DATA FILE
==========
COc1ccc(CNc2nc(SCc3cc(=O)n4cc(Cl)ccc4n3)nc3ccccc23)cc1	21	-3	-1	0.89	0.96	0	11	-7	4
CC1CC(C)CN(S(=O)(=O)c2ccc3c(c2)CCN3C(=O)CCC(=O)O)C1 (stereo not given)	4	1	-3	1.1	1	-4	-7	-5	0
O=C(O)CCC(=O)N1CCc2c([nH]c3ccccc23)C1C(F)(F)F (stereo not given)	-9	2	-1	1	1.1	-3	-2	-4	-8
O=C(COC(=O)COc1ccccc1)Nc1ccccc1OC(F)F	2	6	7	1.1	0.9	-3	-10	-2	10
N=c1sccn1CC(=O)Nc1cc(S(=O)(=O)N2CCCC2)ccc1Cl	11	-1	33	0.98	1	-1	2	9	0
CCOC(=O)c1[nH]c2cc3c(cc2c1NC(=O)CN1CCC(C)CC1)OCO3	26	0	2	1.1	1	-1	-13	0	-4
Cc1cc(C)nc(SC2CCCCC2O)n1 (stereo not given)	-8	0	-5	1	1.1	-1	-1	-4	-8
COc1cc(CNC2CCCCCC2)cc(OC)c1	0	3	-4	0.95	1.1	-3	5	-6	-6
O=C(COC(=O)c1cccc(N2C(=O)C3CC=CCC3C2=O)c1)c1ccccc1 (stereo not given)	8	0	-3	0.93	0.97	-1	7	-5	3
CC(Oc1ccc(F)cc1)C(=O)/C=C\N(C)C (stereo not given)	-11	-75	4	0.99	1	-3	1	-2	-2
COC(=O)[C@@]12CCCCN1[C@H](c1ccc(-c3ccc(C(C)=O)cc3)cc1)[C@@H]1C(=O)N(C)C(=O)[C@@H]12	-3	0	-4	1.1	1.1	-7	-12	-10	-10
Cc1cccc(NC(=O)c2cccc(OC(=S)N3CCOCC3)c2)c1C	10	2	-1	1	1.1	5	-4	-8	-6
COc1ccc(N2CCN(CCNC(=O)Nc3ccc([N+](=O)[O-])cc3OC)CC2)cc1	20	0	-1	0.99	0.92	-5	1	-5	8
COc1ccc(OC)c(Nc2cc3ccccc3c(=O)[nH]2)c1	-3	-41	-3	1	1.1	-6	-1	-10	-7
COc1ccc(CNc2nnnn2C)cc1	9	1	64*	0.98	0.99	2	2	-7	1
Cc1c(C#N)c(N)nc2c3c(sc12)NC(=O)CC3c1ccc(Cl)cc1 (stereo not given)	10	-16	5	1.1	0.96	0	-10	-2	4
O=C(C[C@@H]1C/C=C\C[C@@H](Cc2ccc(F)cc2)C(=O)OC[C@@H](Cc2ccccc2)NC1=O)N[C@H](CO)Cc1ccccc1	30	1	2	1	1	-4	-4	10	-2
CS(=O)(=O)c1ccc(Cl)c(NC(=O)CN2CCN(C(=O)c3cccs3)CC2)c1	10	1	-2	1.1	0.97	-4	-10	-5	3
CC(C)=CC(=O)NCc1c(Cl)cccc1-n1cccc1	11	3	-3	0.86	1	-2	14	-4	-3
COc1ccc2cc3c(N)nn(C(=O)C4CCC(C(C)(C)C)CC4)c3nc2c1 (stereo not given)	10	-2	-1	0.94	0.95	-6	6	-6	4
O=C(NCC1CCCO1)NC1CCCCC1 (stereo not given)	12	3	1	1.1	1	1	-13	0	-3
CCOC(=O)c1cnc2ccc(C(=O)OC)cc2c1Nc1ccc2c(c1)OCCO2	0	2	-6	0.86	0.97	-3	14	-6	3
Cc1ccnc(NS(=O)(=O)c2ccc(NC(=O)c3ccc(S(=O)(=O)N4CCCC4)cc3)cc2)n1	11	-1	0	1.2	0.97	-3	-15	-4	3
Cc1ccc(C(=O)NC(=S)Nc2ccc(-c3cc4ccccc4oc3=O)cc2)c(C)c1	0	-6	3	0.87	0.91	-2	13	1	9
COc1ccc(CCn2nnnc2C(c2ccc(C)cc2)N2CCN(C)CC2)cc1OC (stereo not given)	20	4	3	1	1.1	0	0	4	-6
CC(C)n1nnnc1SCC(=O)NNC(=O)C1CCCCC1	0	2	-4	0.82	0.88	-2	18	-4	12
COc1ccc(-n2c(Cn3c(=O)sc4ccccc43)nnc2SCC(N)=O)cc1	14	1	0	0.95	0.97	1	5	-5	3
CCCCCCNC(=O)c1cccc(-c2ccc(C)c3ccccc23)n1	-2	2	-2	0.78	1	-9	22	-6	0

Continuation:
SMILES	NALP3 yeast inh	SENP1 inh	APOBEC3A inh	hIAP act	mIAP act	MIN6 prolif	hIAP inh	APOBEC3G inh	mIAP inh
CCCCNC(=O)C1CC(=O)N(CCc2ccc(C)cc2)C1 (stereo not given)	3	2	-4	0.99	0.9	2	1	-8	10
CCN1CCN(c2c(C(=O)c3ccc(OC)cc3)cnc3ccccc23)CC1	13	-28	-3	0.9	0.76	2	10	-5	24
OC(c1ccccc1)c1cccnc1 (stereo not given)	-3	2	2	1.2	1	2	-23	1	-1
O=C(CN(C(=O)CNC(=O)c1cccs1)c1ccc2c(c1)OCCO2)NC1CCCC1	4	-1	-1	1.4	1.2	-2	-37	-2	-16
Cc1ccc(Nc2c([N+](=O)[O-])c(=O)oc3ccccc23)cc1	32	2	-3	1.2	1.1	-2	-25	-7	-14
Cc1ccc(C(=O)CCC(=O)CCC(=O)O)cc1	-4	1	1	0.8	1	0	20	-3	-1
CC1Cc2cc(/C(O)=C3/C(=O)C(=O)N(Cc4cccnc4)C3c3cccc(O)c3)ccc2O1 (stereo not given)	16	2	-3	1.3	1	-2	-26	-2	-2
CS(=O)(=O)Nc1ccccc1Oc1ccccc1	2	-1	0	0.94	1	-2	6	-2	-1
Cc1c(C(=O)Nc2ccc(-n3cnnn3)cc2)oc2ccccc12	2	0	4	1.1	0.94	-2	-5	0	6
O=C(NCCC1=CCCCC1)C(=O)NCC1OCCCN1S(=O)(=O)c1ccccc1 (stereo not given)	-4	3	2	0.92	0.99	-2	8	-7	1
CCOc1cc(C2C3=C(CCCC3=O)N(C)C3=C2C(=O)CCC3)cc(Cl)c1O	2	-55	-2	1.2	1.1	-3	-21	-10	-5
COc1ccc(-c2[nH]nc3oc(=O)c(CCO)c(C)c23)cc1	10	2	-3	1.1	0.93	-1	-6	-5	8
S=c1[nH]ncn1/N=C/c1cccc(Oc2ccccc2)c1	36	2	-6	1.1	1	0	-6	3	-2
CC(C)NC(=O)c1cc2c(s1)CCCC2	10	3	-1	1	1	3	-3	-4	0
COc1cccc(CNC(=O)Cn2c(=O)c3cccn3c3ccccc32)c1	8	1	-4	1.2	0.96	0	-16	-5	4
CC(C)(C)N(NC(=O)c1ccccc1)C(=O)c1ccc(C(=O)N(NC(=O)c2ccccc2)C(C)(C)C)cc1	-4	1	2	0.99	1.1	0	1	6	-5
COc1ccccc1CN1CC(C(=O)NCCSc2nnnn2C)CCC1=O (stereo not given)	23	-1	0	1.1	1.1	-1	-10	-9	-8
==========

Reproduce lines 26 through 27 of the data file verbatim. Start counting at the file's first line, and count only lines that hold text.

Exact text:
CC(C)n1nnnc1SCC(=O)NNC(=O)C1CCCCC1	0	2	-4	0.82	0.88	-2	18	-4	12
COc1ccc(-n2c(Cn3c(=O)sc4ccccc43)nnc2SCC(N)=O)cc1	14	1	0	0.95	0.97	1	5	-5	3